RBI may slam brakes on interest rate cut spree after Donald Trump’s Iran oil blow

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Updated: April 24, 2019 12:13:16 PM

The central bank has to remain watchful also the sanctions would coexist with the trade tensions between the US and China, the report added.

The Donald Trump administration has ended the 6-month exemption given to several countries from unilateral US sanctions on Iranian oil exports. This may prevent the RBI monetary policy committee (MPC) from announcing a further rate cut in its upcoming meeting in June, said a report.

The rise in crude oil prices due to imposition of US sanctions would also require RBI to monitor the prices closely and if the crude oil price remains around $75/barrel for another month, the MPC may postpone a rate cut in the June bi-monthly committee meetings, said CARE Ratings in a report.

The central bank has to remain watchful also the sanctions would coexist with the trade tensions between the US and China, the report added.

In its latest bi-montly monetary policy report released earlier in April 2019, the Monetary Policy Committee has stated that the outlook for crude oil prices is hazy with both risks on the upside and downside.

Further, the impact of increased oil prices on inflation will vary depending upon the extent to which crude oil price goes up and the extent to which the government allows the pass through of crude oil price to the consumer. This will also impact the monetary policy decisions in the future.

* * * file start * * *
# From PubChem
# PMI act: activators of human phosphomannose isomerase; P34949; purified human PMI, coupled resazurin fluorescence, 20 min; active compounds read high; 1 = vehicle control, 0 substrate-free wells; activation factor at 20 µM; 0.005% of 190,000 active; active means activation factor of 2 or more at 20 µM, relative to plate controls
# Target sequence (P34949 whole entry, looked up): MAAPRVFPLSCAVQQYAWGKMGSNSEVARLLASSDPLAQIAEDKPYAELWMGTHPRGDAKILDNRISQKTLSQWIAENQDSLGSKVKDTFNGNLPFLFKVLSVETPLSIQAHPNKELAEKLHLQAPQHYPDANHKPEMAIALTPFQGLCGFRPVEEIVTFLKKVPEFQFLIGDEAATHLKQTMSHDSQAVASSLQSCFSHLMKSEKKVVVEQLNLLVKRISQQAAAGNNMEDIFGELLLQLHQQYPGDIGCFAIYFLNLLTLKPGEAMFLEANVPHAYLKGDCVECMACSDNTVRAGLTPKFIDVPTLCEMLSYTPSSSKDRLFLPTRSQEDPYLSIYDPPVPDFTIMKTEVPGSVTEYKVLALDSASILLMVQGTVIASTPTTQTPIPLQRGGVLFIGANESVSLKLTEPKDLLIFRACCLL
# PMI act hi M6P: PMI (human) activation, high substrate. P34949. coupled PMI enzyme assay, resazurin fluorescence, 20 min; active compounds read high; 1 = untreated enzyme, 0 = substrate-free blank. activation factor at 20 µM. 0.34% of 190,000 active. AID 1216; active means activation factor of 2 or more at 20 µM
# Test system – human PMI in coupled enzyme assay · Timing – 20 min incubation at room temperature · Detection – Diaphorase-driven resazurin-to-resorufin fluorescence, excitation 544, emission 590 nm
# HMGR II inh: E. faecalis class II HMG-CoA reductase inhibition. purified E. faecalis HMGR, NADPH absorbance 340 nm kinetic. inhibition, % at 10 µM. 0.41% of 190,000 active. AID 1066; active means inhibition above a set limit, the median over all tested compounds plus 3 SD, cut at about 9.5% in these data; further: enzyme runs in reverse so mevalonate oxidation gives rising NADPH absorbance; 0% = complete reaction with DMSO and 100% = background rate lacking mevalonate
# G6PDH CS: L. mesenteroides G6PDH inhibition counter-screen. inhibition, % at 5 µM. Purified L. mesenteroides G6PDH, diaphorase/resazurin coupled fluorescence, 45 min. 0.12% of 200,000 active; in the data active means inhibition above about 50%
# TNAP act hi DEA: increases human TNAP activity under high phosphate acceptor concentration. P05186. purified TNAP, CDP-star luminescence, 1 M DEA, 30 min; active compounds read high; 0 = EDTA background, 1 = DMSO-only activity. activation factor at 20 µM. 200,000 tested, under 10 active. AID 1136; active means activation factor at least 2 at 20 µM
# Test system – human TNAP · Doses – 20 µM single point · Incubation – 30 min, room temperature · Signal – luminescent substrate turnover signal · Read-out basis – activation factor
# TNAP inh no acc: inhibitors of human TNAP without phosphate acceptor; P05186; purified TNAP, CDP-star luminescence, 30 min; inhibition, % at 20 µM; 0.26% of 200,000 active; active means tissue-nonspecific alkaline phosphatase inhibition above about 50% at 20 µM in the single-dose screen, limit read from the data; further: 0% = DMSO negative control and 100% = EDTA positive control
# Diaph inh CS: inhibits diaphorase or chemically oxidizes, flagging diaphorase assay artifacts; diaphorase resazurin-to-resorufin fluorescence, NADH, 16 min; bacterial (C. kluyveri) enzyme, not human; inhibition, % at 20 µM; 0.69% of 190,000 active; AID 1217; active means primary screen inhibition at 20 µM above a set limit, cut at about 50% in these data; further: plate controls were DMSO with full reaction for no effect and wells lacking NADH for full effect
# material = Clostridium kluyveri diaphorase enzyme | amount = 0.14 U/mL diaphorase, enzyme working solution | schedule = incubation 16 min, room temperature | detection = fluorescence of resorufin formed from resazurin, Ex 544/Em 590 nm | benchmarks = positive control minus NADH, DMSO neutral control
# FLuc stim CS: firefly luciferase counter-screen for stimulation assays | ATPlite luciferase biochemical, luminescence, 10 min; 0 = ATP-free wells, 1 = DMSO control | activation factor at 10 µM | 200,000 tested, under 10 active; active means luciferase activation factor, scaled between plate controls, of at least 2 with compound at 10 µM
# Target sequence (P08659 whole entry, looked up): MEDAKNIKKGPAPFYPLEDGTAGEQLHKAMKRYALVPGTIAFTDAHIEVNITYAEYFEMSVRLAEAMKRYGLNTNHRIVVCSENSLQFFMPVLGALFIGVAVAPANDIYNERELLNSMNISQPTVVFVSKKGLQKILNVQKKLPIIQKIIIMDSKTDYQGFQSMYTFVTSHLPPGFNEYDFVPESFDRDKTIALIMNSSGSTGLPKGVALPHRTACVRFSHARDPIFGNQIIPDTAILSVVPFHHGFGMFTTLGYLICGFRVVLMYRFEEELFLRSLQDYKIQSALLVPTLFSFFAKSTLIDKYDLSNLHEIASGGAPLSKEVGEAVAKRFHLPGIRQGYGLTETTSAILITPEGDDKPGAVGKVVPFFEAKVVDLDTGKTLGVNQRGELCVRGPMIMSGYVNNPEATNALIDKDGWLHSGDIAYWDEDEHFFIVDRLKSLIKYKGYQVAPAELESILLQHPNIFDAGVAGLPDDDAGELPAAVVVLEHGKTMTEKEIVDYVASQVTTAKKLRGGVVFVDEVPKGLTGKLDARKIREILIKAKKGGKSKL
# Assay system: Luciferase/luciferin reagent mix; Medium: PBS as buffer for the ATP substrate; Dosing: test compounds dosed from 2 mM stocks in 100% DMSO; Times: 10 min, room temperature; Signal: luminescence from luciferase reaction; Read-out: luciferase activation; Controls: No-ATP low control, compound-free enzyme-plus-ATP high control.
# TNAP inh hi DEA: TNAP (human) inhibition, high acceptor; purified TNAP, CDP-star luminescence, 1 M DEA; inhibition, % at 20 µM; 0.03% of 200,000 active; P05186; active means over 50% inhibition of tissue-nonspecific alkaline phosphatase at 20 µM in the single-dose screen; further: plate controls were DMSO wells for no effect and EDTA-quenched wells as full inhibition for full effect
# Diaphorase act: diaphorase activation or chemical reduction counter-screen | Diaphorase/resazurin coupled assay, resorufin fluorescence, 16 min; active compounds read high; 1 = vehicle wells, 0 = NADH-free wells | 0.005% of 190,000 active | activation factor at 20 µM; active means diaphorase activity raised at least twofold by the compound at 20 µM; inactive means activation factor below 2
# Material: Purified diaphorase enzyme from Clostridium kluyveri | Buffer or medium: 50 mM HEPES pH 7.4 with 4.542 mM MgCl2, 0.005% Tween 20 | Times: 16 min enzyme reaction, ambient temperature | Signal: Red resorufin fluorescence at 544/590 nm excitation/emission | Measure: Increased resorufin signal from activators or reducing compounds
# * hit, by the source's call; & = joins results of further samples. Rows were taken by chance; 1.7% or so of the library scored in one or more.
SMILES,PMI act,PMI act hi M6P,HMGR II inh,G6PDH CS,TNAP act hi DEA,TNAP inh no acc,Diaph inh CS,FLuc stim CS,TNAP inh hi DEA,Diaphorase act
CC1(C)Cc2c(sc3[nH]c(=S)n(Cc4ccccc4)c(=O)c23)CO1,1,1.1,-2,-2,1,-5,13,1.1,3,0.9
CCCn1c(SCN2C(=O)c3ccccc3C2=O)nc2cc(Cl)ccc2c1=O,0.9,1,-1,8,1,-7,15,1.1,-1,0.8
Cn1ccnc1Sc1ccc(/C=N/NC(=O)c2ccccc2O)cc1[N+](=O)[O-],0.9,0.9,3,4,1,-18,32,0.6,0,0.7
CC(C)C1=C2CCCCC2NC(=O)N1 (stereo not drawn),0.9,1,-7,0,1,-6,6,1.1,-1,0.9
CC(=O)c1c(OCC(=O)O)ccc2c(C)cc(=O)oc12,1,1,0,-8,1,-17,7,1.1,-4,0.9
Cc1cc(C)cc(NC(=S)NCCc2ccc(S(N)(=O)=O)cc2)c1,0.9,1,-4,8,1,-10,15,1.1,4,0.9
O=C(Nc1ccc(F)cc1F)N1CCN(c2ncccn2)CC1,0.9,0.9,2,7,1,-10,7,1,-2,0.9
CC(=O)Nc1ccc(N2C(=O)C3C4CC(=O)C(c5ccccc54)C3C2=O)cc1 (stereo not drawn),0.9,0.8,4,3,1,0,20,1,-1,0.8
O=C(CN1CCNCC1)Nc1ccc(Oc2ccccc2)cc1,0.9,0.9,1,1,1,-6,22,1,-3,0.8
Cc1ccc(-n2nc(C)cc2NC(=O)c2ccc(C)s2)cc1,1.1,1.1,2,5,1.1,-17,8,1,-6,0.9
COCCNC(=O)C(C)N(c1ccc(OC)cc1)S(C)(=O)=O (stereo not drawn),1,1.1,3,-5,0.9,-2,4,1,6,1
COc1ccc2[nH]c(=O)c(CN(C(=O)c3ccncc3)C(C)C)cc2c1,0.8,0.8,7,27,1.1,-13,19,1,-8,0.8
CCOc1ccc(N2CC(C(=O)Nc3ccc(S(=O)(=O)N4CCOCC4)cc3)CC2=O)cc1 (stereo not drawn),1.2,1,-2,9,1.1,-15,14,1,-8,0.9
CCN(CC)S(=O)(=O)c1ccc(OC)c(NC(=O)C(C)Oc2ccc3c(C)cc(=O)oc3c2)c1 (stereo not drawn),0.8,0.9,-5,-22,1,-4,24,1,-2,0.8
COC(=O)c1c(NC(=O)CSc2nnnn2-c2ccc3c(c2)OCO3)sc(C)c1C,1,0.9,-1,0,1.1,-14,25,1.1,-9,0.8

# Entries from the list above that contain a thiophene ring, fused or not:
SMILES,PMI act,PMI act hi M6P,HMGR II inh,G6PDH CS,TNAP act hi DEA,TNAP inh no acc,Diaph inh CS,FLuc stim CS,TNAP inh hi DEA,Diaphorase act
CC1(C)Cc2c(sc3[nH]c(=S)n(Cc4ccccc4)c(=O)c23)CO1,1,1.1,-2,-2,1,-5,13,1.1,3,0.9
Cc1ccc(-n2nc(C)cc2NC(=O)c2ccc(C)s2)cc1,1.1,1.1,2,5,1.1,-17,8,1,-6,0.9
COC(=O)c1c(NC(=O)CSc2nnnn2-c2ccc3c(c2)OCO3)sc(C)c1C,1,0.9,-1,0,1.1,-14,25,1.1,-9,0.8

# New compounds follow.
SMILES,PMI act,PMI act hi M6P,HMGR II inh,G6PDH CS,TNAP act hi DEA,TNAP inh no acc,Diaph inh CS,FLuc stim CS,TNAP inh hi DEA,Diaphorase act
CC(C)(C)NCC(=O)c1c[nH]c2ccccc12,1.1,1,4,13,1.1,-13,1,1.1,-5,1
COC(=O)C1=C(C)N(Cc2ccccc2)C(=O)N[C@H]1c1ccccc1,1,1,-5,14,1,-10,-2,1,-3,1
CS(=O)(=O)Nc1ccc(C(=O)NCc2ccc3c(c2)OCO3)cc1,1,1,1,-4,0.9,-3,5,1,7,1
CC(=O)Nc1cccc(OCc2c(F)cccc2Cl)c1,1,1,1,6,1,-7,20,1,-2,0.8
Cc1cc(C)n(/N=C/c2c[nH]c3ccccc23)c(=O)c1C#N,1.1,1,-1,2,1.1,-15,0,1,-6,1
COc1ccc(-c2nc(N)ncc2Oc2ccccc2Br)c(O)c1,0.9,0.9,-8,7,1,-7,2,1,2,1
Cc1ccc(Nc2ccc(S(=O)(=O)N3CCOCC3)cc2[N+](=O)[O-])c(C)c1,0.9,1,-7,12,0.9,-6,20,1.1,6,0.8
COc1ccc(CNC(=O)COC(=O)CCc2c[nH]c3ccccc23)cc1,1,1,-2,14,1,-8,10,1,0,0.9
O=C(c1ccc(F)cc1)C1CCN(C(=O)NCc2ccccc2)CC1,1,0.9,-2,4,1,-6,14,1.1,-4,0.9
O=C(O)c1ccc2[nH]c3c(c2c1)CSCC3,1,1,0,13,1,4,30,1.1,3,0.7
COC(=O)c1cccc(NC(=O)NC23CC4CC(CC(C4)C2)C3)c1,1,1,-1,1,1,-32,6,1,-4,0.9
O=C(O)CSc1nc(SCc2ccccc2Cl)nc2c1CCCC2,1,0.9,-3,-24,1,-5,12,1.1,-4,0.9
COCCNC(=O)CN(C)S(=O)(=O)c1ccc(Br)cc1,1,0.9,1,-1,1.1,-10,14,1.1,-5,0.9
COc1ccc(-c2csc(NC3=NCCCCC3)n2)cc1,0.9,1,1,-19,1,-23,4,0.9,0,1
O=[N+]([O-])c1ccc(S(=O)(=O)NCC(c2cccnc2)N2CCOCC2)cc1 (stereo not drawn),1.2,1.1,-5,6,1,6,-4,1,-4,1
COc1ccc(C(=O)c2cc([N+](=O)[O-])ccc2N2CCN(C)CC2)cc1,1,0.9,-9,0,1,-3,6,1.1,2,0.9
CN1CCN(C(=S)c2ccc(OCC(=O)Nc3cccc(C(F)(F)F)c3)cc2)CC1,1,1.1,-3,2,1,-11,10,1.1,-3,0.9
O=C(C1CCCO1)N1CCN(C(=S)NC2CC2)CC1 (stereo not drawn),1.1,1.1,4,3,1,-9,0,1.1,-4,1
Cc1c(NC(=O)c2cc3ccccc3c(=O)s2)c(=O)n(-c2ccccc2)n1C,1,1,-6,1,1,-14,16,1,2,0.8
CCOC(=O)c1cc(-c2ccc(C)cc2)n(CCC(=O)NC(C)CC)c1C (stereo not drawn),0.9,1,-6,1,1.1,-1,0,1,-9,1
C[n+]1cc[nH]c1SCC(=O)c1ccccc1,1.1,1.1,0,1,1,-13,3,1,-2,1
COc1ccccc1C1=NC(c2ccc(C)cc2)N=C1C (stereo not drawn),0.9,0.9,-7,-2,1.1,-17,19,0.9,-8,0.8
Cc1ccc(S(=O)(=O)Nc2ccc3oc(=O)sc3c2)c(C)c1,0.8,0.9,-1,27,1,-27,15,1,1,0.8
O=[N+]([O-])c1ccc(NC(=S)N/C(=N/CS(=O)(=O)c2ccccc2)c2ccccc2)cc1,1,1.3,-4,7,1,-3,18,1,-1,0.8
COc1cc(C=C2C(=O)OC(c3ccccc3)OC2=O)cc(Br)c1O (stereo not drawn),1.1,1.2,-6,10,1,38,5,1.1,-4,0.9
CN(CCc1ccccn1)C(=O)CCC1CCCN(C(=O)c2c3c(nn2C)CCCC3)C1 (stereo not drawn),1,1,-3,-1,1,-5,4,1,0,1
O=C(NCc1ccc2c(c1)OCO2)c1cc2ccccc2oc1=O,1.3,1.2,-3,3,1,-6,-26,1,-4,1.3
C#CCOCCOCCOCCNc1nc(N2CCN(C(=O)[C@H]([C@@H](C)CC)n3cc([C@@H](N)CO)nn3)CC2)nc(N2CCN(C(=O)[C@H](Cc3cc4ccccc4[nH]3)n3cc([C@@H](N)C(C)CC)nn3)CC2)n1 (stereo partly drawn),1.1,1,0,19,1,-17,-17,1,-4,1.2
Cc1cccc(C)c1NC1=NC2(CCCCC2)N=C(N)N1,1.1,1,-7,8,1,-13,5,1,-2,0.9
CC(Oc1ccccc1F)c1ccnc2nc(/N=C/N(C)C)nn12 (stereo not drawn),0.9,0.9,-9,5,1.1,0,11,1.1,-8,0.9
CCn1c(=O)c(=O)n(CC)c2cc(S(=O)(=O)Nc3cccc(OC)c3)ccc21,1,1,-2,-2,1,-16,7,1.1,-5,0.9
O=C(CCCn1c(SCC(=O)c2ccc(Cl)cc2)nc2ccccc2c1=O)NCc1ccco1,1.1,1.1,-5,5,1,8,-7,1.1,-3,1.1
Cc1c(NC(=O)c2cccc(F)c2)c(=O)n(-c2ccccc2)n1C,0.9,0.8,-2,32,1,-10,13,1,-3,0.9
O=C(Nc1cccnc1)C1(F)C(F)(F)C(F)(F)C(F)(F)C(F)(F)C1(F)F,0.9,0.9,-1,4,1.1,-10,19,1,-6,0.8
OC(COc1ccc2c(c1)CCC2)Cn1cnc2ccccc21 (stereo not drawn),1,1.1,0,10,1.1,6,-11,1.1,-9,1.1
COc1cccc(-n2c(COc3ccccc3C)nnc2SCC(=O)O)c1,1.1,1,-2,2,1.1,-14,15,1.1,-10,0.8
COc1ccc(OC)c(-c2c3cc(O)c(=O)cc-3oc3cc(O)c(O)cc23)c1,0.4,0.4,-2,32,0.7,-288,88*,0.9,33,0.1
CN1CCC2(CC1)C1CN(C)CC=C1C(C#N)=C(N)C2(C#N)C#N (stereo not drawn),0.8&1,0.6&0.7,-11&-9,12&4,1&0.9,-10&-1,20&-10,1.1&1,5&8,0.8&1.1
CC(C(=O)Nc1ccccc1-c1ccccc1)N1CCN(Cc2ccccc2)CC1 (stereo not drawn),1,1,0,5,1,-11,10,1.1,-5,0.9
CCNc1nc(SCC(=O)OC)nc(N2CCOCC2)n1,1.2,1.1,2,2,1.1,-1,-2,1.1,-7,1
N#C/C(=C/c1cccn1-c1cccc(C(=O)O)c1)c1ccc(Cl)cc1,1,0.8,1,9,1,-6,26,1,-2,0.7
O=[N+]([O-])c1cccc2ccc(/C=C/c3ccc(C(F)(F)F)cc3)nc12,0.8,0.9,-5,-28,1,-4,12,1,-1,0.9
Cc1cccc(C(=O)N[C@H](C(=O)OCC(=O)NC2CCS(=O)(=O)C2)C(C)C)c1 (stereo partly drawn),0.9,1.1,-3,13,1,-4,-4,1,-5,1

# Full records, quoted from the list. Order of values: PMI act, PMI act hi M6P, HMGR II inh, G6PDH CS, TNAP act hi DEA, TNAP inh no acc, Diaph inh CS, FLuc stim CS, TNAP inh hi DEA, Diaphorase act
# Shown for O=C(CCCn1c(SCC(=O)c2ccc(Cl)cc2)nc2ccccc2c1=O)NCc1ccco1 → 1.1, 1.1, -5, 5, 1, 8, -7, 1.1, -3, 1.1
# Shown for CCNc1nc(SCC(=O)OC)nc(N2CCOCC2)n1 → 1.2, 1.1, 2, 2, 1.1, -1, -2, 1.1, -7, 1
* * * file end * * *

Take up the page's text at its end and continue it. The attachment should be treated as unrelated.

In extreme cases, a 10 percent increase in crude oil prices can lead to 1 per cent in the WPI and around 0.24 percent CPI inflation, said CARE Ratings report.

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Crude oil remains central to India’s growth as it makes up for around 25 per cent of its imports in a year, which help to fulfil 80 per cent of the country’s energy requirement. Iran is the fourth largest supplier of crude-oil in India.

“A permanent increase in crude oil prices by 10 per cent under ceteris paribus conditions could translate into the current account deficit increasing by 0.4-0.5 per cent of GDP,” said CARE Ratings in a report.

An embargo on importing oil from Iran would mean sourcing the same from other countries which may not provide the same benefits as were provided by Iran in the form of price and credit facility.

Moreover, a sustained increase in the price in the range of $70-75/barrel or higher would move the rupee down by 3-4 per cent on an annual basis given that the dollar has already started strengthening in the world market, according to the report.

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